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HOW TO IDENTIFY AND MANAGE OAK WILT IN TEXAS


INTRODUCTION

Oak wilt, one of the most destructive tree diseases in the United States, is killing oak trees in central Texas at epidemic proportions. Oak wilt is an infectious disease caused by the fungus Catalysts Fagacearum which invades and disables the water-conducting system in susceptible trees. All oaks  (Quarks sop.) are susceptible to oak wilt to some degree, but some species are affected more than others. Red Oaks, particularly Spanish Oak (Q. texana), Shumard Oak (Q. shumardii), and Blackjack Oak (Q. marilandica), are extremely susceptible and may play a unique role in the establishment of new oak wilt infections. White Oaks, including Post Oak (Q. stellata), Bur Oak (Q.macrocarpa), and Chinquapin Oak (Q.muehlenbergii), are resistant to the fungus and rarely die from oak wilt. Live Oaks (Q. virginiana and Q. fusiformis) are intermediate in susceptibility to oak wilt but are most seriously affected due to their tendency to grow from root sprouts and form vast interconnected root systems that allow movement (or spread) of the fungus between adjacent trees. The successful management of oak wilt depends on correct diagnosis and an understanding of how the pathogen spreads between different oak species. 

SPREAD OF OAK WILT

Spread Through Roots

     Live Oaks tend to grow in large dense groups with interconnecting roots. The fungus may be transmitted from one tree to another through these root connections. Root transmission is the only proven means of spread among Live Oaks. As a result, patches of dead and dying trees ( infection centers ) are formed. Infection centers among Live Oaks in Texas expand at an average rate of 50 ft per year, varying from no spread to 150 ft in any one direction. Occasionally, the oak wilt fungus is transmitted through connected roots between Red Oaks, but movement through roots is slower in Red Oaks and occurs over shorter distances than Live Oaks.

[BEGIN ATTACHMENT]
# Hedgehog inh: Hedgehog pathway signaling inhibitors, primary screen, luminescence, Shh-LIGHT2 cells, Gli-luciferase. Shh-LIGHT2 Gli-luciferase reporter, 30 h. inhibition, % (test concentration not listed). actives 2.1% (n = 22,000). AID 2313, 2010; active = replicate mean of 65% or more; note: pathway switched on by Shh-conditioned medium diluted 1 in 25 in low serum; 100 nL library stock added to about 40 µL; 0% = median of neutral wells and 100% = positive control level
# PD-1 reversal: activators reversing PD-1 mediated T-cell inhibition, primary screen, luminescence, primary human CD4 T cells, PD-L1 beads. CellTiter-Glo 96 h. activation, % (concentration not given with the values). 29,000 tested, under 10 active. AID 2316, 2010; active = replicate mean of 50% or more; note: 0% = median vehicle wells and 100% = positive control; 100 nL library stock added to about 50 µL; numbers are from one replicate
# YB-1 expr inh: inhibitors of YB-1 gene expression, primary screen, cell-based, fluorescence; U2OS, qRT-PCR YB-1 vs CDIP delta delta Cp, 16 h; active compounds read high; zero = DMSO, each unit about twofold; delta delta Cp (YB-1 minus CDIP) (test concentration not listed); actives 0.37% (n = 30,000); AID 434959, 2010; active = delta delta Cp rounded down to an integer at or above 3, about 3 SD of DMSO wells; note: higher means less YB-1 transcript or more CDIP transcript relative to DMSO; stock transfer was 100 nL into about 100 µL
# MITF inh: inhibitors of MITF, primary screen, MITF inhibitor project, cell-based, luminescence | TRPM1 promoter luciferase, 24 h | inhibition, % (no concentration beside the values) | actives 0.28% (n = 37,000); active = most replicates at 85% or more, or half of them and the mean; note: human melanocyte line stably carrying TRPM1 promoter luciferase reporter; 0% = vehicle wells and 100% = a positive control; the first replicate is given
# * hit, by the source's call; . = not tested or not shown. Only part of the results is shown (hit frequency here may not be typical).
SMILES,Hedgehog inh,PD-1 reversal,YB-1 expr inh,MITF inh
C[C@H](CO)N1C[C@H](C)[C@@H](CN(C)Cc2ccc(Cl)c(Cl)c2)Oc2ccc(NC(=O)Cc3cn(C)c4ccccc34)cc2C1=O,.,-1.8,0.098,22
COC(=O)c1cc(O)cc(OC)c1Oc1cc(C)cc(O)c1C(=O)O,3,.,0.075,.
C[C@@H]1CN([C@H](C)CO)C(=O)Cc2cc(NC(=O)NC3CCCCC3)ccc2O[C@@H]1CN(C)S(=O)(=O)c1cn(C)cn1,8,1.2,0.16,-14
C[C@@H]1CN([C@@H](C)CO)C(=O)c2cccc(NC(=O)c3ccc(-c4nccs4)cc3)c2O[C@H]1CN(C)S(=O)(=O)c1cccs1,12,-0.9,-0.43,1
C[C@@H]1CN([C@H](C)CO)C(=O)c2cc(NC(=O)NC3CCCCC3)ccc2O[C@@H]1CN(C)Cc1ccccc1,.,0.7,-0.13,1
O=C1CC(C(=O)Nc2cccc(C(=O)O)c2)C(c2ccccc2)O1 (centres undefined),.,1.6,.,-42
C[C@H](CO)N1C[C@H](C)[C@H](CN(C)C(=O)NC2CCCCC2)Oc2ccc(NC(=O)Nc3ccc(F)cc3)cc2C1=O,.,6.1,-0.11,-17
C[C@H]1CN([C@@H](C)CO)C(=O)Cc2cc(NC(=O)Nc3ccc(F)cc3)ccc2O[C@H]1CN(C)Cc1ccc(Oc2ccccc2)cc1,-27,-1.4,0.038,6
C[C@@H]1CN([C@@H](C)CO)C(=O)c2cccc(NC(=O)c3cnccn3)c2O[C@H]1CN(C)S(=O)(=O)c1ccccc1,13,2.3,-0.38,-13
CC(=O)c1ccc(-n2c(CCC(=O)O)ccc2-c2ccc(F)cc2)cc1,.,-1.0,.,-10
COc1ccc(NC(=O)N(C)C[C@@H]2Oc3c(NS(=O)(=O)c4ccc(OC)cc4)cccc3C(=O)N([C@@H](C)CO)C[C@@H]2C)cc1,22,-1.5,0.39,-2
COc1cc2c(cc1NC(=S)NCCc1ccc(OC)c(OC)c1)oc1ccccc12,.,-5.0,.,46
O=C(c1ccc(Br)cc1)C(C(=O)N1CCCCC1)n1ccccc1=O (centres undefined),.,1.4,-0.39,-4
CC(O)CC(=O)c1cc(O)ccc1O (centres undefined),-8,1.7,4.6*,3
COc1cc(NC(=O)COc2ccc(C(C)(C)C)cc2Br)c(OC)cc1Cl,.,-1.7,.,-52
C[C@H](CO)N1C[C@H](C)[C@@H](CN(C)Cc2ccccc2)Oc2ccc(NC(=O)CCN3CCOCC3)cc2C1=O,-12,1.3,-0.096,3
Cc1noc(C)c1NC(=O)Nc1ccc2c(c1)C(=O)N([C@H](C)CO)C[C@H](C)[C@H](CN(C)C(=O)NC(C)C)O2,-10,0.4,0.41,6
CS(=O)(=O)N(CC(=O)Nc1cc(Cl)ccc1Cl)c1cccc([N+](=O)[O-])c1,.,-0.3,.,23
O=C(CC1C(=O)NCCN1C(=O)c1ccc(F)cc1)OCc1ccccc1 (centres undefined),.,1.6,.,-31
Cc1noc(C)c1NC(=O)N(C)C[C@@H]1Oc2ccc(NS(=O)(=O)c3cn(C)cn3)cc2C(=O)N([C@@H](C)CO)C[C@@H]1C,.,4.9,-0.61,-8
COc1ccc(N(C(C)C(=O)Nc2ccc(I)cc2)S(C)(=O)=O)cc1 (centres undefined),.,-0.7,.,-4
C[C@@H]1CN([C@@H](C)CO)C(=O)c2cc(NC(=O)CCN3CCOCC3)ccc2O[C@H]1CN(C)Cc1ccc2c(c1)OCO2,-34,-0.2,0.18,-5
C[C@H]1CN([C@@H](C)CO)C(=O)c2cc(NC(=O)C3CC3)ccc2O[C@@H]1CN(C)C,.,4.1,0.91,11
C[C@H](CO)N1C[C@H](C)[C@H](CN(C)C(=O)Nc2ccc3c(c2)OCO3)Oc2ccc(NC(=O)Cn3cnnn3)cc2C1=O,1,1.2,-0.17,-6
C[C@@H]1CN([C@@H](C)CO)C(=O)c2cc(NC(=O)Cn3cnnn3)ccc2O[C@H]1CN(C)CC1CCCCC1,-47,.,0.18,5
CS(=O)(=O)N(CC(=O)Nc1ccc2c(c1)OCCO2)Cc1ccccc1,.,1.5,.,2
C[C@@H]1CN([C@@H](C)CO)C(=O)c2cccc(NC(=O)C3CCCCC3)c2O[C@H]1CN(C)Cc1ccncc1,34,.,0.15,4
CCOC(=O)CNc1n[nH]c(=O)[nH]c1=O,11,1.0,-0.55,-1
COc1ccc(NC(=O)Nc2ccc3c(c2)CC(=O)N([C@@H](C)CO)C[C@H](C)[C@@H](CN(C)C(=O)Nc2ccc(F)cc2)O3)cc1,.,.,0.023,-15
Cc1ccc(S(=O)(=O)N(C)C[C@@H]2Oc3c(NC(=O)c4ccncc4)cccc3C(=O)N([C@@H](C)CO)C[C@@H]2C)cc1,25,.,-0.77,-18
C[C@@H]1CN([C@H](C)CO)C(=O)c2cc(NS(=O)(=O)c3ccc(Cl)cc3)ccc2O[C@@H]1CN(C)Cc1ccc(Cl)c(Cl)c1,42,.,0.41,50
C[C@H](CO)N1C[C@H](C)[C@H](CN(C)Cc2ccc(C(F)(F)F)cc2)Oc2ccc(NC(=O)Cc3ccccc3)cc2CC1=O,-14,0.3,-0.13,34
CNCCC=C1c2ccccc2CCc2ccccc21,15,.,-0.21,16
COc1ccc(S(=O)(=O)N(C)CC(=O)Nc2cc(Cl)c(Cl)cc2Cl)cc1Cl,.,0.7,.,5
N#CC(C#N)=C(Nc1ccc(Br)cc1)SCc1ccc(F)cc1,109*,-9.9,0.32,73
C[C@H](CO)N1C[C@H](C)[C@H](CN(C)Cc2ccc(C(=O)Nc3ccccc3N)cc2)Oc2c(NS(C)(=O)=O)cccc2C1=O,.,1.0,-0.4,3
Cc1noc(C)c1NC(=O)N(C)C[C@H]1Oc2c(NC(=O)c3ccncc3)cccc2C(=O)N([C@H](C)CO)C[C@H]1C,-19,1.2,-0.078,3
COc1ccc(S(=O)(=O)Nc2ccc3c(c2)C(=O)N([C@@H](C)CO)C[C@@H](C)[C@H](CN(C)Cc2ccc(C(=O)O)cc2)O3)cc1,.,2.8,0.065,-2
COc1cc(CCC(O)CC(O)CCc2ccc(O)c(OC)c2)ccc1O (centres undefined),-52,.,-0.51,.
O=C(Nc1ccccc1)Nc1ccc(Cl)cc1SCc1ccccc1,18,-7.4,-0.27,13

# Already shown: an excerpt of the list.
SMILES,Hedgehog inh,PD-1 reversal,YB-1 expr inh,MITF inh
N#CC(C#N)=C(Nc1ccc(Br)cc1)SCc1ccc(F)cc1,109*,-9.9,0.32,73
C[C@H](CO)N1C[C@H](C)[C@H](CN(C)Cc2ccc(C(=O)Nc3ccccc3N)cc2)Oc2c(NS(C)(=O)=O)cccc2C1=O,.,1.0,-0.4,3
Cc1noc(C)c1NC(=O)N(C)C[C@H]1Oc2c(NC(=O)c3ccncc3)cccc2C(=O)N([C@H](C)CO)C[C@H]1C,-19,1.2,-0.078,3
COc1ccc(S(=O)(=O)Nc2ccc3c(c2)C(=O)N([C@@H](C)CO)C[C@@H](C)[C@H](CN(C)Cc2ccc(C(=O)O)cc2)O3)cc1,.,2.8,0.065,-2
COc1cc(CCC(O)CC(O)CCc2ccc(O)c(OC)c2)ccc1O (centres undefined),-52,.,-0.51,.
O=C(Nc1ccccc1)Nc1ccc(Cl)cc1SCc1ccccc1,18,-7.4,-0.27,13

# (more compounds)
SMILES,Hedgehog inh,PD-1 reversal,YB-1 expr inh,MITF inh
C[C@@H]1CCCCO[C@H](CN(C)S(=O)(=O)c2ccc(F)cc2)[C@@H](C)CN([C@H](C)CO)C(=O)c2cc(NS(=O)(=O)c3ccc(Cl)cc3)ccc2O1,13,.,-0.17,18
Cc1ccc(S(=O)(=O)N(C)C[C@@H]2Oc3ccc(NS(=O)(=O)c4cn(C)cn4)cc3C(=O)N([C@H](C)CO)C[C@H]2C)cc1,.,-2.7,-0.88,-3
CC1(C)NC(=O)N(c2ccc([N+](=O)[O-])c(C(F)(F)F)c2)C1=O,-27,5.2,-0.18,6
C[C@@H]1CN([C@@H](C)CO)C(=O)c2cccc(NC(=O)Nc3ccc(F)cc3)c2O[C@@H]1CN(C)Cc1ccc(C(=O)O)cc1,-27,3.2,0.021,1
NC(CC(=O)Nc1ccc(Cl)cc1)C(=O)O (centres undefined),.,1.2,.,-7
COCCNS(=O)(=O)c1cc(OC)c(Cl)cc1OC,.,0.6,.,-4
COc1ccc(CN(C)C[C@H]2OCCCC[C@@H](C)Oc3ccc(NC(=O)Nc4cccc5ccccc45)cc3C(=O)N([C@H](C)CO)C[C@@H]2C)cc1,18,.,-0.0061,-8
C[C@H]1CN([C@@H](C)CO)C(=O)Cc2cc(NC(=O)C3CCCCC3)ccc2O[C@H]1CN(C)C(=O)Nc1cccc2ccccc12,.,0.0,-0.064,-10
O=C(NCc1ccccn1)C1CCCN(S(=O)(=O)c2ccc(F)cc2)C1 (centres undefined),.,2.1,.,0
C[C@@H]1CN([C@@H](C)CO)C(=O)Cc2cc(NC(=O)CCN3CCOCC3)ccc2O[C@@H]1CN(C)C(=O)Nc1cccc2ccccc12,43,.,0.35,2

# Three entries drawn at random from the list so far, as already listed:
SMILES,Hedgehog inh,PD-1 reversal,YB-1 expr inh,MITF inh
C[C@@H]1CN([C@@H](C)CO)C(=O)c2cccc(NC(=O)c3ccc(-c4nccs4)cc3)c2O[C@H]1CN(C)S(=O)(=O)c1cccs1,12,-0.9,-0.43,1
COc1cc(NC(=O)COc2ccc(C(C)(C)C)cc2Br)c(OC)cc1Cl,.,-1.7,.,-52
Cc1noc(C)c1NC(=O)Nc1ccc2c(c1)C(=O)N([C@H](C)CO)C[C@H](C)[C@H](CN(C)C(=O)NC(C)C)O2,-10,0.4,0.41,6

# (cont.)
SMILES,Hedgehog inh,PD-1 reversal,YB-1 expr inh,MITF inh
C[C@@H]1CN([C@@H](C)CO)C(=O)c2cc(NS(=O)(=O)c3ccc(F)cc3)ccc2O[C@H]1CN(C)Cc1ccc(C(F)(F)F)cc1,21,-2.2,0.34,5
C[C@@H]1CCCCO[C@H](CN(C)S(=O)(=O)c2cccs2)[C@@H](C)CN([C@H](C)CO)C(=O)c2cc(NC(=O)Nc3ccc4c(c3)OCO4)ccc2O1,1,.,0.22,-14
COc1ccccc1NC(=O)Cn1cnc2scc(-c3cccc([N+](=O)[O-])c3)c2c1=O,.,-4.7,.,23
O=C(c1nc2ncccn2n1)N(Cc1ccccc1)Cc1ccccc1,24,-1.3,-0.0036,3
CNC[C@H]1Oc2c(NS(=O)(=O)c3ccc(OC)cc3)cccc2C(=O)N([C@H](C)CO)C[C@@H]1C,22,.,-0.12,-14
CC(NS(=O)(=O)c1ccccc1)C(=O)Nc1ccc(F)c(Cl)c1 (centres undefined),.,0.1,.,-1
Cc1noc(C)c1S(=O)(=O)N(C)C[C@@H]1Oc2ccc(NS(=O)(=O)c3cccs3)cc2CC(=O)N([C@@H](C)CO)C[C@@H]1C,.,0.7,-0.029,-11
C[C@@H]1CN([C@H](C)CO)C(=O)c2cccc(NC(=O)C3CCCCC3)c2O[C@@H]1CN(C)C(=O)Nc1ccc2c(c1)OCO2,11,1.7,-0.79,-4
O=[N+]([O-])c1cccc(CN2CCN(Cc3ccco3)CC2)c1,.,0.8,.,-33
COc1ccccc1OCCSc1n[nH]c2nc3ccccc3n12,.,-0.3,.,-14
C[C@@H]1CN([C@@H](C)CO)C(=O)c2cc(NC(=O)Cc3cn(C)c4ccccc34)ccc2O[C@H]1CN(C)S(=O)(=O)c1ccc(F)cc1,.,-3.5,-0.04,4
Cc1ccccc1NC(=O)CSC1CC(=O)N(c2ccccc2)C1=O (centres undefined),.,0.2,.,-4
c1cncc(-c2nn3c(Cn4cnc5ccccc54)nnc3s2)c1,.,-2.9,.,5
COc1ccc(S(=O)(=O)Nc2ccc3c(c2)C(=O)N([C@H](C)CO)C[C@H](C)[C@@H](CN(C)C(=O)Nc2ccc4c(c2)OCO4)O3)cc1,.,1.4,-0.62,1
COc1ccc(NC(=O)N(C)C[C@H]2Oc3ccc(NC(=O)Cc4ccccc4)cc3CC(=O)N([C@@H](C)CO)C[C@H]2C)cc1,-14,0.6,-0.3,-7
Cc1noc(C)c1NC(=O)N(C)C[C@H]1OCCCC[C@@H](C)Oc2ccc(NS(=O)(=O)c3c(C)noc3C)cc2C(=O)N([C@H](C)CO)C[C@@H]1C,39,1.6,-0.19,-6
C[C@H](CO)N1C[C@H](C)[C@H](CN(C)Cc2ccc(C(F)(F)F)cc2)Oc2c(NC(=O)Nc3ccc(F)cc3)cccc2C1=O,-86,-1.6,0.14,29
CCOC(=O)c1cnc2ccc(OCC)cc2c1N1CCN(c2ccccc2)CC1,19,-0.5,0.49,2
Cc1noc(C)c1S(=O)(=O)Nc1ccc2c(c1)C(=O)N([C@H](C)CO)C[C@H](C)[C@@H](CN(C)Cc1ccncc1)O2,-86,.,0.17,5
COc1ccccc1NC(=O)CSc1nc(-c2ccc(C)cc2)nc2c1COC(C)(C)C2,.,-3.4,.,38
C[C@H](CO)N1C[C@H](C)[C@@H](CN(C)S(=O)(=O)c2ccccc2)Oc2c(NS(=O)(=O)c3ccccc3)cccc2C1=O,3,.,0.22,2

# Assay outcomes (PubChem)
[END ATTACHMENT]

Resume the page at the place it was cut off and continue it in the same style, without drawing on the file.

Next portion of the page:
Establishment of New Infections   

      Red Oaks appear to play a key roll in the establishment of new infection centers. The oak wilt fungus may be spread overland by insect vectors and by man through movement of wood from infected Red Oaks to other locations. Specialized spore-producing structures called fungal mats from beneath the bark of certain Red Oaks in late fall and especially in spring but do not form on Live Oaks. Individual fungal mats attract many kinds of insects, the most important of which are believed to be the sap-feeding nitidulid beetles. The fungus may be transmitted by the small beetles as they emerge from mats to feed on fresh wounds on healthy oaks. Fungal mats are most commonly formed on standing trees, but the can also developed on logs, stumps, and fresh firewood cut from diseased Red Oak trees. 

IDENTIFICATION OF OAK WILT
        Foliar symptoms, patterns of tree mortality, and the presence of fungal mats can be used as indicators of oak wilt. However, isolation of the fungus in the laboratory may be required to confirm the diagnosis. A trained expert should be consulted when in doubt.
Patterns of Tree Mortality
      Most Live Oaks defoliate and die over a 1 - to 6- month period following initial appearance of symptoms. Some Live Oaks take longer to die, and a few untreated trees may survive many years in various stages of decline. A few Live Oaks in oak wilt centers escape infection or may be resistant to the fungus and apparently remain unaffected by the disease.
      Red Oaks seldom survive oak wilt and often die within 3- to 4- weeks following the initial appearance of symptoms. During summer months, diseased Red Oaks often can be spotted from a distance because of their bright autumn-like coloration in contrast to the surrounding greenery.
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Foliar Symptoms
      Leaves on diseased Live Oaks often develop chlorotic ( yellow ) veins that eventually turn necrotic ( brown ), a symptom called veinal necrosis. Defoliation may be rapid, and dead leaves with brown veins often can be found under the tree months after defoliation. Leaves may exhibit other patterns of chlorosis and necrosis, such as intrveinal chlorosis, marginal scorch, or tip burn, but these symptoms are less reliable that veinal necrosis for diagnosing oak wilt in Live Oaks. 
       Foliar symptoms of oak wilt on Red Oaks are less distinct. In early spring, young leaves simply wilt, turning pale green and brown. Mature leaves develop dark-green water, soaking symptoms or turn pale green or bronze, at starting at the leaf margins and progressing inward.
Fungal Mats